In memory of
Abdul Sattar Sharifi’s wife and daughter
killed during October 2001
in Kabul. The documentary film maker, Taghi Amirani, visited the Makaki refugee camp in Taliban-controlled territory on November 9, 2001. He interviewed refugees in the camp located in Nimruz Province close to the Iranian border. Mr. Amirani wrote,
I meet Abdul Sattar Sharifi, a driver from Kabul whose wife and daughter have been killed in the [U.S.] bombing.
His older burqa-covered daughter, Nafisa, is very outspoken about life under the Taleban.
"The people ruling this country don't know the first thing about government and governing," she says bravely within earshot of the Taleban.
Her father Abdul Sattar goes on to offer his view on the so called war against terrorism.
"If one American dies, the whole world hears about it. But Afghans are dying everyday and nobody pays any attention. Nobody asks who they are and how they are killed. Look at me; I've lost my wife and child and now live in dirt, and no one cares," Abdul Sattar said.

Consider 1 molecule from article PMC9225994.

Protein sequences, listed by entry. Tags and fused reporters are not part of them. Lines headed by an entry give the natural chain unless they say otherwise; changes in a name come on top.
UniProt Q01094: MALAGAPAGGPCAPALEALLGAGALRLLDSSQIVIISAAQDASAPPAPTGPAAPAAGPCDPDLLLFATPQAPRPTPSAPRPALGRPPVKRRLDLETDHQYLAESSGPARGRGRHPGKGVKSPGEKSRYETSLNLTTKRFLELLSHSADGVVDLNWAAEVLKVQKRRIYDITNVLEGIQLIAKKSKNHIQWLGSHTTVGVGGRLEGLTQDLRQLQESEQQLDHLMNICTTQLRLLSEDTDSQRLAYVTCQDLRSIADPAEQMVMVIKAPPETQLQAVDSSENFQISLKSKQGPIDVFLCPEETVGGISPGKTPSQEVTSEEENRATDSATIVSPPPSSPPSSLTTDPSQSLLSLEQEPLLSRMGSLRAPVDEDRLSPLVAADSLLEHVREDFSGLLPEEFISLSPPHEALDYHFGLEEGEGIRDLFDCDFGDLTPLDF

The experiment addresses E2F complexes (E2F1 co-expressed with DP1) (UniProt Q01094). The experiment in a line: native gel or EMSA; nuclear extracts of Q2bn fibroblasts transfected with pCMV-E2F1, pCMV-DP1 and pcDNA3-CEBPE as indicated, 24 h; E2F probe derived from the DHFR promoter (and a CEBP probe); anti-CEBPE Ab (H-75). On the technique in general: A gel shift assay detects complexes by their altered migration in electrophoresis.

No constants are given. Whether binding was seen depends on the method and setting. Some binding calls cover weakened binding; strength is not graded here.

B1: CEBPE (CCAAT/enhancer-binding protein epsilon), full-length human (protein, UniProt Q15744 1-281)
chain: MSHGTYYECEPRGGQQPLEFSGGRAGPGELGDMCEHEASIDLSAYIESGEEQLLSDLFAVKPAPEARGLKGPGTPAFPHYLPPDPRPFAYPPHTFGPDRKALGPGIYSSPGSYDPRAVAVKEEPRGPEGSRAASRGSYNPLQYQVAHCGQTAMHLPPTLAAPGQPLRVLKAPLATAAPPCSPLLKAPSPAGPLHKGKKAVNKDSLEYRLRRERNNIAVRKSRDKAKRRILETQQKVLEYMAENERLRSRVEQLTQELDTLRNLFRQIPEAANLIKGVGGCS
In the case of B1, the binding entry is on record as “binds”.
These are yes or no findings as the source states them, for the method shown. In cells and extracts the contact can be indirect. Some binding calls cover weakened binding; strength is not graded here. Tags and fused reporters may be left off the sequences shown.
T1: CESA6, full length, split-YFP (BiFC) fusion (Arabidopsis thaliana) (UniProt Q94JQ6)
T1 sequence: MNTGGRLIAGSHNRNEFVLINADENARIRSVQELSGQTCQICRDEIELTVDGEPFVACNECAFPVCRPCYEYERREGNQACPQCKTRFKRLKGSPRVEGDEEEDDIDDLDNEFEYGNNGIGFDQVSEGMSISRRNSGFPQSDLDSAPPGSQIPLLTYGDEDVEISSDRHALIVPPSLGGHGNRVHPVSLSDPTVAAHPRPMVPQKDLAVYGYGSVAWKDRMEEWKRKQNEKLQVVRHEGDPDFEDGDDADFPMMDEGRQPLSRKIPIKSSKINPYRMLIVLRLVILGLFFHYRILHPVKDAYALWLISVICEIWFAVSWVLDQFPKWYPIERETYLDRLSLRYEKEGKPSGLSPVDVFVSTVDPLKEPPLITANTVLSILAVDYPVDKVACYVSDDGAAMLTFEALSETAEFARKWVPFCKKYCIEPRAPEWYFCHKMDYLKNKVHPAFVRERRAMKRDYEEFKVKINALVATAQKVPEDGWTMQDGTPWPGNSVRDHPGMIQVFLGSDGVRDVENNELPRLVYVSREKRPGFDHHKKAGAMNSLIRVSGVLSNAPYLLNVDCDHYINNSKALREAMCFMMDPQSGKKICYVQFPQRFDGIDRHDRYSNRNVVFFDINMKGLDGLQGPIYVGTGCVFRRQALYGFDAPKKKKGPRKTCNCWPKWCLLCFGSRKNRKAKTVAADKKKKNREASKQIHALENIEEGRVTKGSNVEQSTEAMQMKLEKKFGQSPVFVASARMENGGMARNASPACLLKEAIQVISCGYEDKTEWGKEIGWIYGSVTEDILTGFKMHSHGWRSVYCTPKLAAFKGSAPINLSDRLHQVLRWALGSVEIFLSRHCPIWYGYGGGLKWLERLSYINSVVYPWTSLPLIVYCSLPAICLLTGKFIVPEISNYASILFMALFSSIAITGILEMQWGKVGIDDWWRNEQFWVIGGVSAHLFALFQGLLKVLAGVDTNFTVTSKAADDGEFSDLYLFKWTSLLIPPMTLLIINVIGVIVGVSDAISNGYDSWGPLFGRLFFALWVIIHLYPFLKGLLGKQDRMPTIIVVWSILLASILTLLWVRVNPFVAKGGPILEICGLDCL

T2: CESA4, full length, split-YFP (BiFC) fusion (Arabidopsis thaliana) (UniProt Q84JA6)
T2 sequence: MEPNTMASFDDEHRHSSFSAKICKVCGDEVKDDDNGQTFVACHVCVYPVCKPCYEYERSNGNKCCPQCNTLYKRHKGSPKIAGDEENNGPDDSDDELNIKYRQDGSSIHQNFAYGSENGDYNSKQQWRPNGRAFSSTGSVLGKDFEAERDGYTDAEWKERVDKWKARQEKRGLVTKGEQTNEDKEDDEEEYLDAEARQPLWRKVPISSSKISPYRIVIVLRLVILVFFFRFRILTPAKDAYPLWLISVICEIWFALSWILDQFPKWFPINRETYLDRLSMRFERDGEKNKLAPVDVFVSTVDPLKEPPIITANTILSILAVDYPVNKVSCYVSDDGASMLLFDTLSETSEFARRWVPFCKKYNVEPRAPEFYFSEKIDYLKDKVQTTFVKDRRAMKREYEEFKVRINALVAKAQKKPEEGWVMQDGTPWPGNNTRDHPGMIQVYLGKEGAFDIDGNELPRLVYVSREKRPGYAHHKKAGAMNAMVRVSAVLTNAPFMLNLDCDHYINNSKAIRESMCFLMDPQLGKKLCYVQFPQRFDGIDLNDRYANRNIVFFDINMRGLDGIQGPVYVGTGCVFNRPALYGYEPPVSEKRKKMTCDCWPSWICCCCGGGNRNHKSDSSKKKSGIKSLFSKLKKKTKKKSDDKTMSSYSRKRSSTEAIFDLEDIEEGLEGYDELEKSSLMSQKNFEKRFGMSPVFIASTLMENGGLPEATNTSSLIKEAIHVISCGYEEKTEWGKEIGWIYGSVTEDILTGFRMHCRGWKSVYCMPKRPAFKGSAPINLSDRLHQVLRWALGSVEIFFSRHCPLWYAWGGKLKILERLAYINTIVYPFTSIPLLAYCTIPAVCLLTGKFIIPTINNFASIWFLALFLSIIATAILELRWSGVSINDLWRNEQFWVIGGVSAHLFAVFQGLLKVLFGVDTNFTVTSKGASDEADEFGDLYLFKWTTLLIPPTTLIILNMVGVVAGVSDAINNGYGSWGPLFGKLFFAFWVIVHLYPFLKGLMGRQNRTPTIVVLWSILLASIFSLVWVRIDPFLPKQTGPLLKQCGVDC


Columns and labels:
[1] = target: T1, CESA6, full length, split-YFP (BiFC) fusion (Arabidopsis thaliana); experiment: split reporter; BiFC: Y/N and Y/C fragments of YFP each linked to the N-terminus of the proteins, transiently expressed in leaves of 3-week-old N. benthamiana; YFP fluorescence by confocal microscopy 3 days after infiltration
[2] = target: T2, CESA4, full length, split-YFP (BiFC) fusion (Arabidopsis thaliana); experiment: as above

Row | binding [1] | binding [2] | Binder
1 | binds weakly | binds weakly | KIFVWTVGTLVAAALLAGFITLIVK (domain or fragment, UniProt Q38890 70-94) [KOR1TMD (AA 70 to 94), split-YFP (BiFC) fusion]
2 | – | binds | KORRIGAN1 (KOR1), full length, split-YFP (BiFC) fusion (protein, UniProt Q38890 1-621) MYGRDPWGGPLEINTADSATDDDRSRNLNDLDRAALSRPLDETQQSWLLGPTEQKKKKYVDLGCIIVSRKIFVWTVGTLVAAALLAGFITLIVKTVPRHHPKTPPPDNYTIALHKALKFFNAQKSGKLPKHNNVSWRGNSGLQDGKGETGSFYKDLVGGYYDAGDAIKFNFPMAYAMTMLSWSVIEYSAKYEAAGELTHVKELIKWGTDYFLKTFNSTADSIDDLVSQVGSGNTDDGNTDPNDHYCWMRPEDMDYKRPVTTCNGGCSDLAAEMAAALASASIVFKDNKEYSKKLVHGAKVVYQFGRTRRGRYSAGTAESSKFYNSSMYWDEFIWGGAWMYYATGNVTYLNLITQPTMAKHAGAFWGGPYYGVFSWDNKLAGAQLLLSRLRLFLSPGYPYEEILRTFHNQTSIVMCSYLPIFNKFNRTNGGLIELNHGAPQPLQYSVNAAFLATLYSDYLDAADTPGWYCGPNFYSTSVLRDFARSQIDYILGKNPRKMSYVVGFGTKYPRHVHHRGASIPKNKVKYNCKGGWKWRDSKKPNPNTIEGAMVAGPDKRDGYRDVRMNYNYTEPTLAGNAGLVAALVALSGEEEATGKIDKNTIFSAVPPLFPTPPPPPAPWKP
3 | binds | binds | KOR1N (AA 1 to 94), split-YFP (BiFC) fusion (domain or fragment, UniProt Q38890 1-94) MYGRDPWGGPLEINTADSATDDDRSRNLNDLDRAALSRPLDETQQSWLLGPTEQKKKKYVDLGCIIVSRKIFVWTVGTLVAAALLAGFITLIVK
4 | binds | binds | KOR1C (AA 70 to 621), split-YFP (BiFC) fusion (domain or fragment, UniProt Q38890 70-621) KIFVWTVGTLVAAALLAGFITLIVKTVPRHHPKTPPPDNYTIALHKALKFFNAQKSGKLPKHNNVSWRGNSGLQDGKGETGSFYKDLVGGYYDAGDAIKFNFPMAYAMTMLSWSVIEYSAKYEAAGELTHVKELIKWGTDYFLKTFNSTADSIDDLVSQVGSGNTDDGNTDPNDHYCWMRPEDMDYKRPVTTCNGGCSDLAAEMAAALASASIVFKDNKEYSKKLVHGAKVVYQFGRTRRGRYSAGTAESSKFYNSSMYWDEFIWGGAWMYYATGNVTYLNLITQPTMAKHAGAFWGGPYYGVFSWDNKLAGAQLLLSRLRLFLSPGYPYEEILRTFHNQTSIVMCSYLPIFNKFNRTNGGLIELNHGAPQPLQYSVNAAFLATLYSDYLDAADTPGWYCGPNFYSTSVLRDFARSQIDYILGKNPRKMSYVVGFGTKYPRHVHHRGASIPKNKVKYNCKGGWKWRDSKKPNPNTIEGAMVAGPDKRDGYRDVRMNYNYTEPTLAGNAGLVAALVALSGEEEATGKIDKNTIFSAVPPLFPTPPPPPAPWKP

Nafisa speaks out from underneath her burqa
I also meet Hasan, a 10-year-old boy whose father is a television director from Herat. Hasan sees their predicament from a child's perspective but no less astutely.
"A few planes have hit an American building and America has got upset. Innocent people have been killed. We didn't do it and I don't know which country did. Now, because the planes have hit its buildings and people have been destroyed, America has decided to go to war with the people of Afghanistan," Hasan said.
Hasan is waiting with the rest of his family in Makaki
And that sums up the way the dispossessed people of Afghanistan see the war raging in their already battered land.
Killed by U.S. “precision” bombs